I read "A Wilderness of Error," by Errol Morris, published in 2012. It concerns the murder in 1970 or the wife and two young daughters of Jeffrey MacDonald, a doctor and a Green Beret. MacDonald, also in the house when the murders were committed, was seriously injured, with a punctured lung and other injuries, but survived. Over many years, after investigators decided at the start that he was the killer, MacDonald was prosecuted and, finally, convicted. It was, I am convinced after reading Morris' book, one of most flagrant abuses of the criminal justice system and unfair convictions in modern history.
Morris is a brilliant guy. His movie, "The Thin Blue Line" exposed the unfair conviction for murder of a man in Texas who was later freed. This time, he couldn't get MacDonald freed. But I defy anyone to read this whole book without concluding the guilty verdict was unfair. At the very least, Morris etablishes that MacDonald was not guilty beyond a reasonable doubt. For me, the doubts were so numerous and weighty — the bad faith of police and prosecutors so well-established — that I am convinced MacDonald is innocent. Horribly, he still sits in jail.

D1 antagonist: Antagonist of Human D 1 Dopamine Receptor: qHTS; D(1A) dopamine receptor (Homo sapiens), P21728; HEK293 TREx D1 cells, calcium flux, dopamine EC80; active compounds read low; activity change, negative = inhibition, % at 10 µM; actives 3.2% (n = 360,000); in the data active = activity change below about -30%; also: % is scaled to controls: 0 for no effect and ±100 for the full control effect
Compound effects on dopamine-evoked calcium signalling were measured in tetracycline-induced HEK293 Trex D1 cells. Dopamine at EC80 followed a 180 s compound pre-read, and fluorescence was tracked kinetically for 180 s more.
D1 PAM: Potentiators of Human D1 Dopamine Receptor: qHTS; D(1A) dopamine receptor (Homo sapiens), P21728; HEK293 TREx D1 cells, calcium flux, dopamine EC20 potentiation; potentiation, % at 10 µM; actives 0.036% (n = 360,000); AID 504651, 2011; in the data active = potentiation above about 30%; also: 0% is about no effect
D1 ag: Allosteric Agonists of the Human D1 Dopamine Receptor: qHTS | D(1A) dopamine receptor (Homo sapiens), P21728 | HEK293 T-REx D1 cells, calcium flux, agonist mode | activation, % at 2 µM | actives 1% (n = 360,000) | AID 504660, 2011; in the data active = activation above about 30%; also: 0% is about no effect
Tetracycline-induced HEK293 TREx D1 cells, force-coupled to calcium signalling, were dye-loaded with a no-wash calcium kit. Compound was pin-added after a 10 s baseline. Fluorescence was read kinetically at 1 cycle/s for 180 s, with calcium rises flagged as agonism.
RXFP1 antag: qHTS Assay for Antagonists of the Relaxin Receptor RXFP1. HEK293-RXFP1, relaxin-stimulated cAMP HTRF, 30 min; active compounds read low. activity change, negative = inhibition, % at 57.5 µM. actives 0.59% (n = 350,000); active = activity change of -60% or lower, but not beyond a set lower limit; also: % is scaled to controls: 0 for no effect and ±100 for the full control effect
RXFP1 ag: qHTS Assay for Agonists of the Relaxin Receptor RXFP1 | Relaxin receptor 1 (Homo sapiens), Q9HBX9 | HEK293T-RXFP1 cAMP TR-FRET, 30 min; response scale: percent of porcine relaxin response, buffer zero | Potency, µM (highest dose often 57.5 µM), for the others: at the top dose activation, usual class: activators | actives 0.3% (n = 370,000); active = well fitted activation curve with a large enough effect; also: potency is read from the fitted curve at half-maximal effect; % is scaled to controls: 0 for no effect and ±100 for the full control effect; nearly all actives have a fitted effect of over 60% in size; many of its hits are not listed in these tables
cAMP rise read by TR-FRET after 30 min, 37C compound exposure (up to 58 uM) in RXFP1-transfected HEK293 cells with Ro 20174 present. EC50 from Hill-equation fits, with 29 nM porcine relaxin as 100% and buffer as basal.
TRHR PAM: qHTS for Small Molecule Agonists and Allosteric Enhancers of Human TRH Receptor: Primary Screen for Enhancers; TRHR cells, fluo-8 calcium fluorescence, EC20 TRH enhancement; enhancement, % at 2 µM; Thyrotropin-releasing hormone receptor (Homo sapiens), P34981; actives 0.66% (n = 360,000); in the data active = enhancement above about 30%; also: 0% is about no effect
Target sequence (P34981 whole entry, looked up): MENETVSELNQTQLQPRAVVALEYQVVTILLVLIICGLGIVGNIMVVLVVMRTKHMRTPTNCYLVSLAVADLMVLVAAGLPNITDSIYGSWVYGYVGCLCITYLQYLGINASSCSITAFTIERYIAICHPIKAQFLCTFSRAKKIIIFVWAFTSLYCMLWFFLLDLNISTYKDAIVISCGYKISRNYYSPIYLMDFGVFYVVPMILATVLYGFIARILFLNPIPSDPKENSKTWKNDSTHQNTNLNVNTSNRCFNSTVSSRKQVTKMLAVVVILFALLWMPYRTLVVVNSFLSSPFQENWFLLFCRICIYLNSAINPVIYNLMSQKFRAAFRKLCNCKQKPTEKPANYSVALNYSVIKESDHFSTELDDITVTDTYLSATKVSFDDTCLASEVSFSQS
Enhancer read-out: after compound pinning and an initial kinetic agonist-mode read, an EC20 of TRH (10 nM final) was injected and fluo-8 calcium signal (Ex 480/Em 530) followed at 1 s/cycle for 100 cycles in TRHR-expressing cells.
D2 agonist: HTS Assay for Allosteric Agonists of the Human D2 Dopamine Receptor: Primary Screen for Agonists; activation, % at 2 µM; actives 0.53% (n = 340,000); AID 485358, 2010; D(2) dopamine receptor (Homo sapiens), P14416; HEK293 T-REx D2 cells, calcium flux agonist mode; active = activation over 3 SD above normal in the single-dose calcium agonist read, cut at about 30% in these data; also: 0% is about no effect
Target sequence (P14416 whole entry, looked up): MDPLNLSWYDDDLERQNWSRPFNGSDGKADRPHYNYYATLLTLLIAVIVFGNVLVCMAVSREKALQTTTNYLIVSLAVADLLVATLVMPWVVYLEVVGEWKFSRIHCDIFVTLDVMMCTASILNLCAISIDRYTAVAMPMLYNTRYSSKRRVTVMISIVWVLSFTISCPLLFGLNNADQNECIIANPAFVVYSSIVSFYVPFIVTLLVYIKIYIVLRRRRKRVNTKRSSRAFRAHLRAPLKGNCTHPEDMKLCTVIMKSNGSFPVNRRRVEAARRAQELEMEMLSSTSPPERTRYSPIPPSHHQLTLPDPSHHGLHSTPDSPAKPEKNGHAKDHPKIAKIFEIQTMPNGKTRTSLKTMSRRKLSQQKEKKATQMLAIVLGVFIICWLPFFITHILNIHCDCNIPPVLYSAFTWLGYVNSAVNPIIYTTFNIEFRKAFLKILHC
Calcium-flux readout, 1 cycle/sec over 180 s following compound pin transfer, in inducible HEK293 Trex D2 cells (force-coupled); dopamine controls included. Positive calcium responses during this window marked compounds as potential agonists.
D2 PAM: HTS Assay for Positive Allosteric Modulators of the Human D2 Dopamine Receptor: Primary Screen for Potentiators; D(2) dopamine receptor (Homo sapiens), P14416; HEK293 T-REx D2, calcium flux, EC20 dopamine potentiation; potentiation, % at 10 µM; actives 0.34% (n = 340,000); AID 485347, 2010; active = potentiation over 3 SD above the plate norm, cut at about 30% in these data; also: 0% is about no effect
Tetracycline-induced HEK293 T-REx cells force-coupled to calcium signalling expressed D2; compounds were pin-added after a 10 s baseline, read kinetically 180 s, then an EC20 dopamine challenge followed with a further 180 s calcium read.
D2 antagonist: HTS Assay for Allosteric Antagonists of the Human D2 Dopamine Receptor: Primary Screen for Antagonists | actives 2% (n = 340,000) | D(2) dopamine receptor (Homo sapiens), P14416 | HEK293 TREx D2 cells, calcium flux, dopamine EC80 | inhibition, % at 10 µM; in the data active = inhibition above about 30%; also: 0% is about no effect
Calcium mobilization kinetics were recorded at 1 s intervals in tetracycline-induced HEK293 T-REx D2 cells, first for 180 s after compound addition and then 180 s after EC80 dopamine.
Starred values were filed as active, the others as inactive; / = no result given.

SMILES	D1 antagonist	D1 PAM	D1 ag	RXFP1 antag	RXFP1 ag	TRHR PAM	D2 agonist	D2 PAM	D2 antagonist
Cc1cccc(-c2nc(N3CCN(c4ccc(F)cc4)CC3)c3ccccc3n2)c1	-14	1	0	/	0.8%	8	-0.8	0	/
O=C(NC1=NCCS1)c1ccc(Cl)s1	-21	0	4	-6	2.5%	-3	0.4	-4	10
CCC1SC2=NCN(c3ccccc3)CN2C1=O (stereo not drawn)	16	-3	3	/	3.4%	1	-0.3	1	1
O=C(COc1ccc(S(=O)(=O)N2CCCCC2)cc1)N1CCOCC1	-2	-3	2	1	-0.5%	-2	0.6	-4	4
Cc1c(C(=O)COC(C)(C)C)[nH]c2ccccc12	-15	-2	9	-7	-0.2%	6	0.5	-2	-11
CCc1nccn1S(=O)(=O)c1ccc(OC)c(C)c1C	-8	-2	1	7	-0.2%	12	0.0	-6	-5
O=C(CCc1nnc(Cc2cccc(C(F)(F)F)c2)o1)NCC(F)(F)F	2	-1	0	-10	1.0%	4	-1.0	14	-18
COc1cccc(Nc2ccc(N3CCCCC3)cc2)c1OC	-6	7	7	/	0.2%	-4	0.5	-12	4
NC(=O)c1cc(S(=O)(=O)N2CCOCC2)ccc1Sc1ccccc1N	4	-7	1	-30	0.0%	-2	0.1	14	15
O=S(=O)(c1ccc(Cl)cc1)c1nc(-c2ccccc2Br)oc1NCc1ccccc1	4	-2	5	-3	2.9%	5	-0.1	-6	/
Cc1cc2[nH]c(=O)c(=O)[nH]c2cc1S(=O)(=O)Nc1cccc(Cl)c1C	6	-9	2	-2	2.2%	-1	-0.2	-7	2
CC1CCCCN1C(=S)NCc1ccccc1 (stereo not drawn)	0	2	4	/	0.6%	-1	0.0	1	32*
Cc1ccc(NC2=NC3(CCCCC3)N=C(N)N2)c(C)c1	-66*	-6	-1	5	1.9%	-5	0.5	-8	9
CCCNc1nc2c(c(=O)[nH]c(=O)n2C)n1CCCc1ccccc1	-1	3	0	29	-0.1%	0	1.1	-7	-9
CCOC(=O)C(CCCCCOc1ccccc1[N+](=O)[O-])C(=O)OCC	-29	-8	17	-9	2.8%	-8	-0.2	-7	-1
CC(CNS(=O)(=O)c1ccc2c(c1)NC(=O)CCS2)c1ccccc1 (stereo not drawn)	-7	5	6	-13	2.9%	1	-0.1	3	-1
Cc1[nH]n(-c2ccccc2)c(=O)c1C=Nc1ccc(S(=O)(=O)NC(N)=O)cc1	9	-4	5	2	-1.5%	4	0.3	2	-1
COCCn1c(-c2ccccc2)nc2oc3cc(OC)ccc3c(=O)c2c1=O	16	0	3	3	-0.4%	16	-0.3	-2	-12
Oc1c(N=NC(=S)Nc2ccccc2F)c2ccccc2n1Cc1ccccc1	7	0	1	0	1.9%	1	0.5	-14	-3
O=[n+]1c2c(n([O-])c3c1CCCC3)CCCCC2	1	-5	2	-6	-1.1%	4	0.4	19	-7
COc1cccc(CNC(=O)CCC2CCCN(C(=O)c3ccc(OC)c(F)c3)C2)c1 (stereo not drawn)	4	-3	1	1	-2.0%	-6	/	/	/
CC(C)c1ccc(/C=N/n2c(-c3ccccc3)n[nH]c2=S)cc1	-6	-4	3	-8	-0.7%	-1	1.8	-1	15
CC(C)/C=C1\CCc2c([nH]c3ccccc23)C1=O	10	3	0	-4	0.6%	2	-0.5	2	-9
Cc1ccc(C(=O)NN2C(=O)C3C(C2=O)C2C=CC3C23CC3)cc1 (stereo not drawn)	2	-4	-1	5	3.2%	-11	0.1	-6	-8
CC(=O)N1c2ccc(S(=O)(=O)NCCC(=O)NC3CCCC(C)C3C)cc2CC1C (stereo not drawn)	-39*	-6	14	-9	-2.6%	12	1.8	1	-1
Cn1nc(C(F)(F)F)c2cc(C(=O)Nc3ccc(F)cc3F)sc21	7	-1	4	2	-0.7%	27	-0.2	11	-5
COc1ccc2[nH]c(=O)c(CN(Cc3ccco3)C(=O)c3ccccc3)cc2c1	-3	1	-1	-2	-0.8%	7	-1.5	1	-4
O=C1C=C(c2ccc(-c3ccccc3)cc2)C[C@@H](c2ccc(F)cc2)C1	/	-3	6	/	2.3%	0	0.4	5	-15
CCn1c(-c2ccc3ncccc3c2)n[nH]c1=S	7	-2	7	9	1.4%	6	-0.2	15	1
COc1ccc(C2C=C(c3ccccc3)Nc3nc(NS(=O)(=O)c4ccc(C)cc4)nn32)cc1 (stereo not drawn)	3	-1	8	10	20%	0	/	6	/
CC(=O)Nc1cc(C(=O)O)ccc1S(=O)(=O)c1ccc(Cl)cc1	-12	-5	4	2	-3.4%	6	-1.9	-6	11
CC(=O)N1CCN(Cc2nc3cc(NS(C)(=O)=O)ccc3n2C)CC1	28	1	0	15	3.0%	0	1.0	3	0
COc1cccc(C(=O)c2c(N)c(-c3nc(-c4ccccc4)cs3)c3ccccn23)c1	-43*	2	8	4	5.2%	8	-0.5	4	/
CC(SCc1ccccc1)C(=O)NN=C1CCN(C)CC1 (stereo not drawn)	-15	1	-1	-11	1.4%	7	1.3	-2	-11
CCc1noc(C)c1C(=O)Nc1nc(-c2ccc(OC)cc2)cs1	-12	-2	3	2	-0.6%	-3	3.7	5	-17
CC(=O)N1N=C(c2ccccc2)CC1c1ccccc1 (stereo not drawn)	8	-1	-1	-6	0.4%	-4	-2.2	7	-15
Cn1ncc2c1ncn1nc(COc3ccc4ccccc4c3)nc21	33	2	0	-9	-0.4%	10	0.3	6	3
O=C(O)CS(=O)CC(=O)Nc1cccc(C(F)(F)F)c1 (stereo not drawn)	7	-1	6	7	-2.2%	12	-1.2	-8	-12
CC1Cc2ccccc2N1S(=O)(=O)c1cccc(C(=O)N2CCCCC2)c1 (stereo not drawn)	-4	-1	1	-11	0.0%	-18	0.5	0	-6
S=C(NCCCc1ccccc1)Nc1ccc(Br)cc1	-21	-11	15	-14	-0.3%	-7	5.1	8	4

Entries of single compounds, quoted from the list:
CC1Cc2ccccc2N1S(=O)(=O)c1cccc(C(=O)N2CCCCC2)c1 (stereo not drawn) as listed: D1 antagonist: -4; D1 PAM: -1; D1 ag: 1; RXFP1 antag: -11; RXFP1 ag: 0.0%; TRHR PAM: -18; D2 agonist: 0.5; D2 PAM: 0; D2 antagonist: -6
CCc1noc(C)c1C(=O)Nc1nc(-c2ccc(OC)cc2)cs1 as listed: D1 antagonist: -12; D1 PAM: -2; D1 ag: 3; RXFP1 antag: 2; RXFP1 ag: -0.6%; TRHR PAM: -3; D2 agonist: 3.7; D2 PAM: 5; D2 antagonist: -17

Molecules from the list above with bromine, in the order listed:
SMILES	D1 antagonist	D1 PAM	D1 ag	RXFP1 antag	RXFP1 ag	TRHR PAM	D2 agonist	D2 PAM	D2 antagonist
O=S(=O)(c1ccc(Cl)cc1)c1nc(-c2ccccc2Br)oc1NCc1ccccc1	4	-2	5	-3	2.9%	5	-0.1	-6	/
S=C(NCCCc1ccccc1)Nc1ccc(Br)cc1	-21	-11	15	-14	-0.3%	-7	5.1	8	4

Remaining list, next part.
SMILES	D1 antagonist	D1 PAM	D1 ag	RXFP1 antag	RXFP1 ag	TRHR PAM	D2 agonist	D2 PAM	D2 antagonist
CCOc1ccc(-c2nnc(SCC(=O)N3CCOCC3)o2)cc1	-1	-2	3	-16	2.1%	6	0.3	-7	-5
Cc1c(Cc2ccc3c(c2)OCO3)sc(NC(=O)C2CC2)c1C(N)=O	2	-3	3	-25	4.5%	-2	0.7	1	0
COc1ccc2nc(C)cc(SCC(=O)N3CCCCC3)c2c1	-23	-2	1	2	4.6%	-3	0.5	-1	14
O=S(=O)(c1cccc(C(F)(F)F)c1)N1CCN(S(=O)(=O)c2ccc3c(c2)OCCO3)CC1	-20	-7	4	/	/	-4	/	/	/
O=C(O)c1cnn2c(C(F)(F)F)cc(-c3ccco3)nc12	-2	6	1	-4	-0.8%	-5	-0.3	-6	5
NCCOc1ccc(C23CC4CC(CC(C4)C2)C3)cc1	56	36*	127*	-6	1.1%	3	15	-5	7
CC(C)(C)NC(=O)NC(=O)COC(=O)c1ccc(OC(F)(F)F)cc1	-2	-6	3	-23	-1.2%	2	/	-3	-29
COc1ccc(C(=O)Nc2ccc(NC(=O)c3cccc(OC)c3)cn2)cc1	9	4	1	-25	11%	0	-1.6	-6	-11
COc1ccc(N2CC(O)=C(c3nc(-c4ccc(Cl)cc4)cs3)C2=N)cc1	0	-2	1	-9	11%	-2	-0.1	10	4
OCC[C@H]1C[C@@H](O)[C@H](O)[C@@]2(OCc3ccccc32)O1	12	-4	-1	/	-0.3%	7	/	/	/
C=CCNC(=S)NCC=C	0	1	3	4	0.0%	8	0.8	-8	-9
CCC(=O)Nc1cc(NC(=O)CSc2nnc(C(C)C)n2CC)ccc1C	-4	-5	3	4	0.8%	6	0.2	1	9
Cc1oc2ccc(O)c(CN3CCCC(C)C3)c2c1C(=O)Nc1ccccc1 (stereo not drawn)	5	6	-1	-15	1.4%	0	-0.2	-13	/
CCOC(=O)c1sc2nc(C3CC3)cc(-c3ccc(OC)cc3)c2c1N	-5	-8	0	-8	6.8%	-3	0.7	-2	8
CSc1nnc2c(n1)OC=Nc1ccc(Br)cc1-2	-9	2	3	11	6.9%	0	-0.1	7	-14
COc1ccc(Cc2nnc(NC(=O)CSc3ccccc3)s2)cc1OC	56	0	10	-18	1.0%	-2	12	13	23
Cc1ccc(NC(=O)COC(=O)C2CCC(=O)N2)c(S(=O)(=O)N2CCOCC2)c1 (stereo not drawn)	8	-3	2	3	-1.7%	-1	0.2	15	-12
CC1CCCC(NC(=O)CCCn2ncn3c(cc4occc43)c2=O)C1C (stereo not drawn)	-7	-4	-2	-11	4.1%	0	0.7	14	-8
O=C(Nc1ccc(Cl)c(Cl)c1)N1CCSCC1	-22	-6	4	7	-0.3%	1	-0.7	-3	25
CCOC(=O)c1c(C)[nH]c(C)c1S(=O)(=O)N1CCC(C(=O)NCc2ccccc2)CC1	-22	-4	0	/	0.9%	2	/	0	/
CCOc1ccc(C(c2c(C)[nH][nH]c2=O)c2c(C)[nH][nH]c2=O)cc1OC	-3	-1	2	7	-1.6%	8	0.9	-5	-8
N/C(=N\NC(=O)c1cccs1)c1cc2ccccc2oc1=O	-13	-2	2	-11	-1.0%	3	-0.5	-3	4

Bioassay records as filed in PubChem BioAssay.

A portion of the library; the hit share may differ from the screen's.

One character stands out for his loathsomeness in this book — the journalist and author Joe McGinniss, who died in 2014. What an absolute worm. He wormed his way into MacDonald's graces (after MacDonald had been charged but before his trial) by writing him letters filled with sympathy and compliments, including statements of his belief in MacDonald's innocence. He was granted inside access to MacDonald — even moving in with him — and his defense team and then, after the conviction, he made a calculation that a story about MacDonald's guilt would sell better and he betrayed the man he called "best friend," writing a book filled with innuendo and speculation called "Fatal Vision" that made MacDonald look guilty.
The book was a best-seller and a mini-series based on it was seen by millions. After that, it was impossible for MacDonald to get a fair hearing on new evidence. There was a lot of new evidence, too, including multiple on-the-record statements by a woman who said she was at the house with the murderers — a group of young people high on drugs.
I can't review the whole huge complicated case here. But if you have had any feelings about it, you should read this book, because much of what you thought you knew was likely wrong.
Will Doolittle is projects editor at The Post-Star. He may be reached at email@example.com and followed on his blog, I think not, and on Twitter at
Be the first to know
Get local news delivered to your inbox!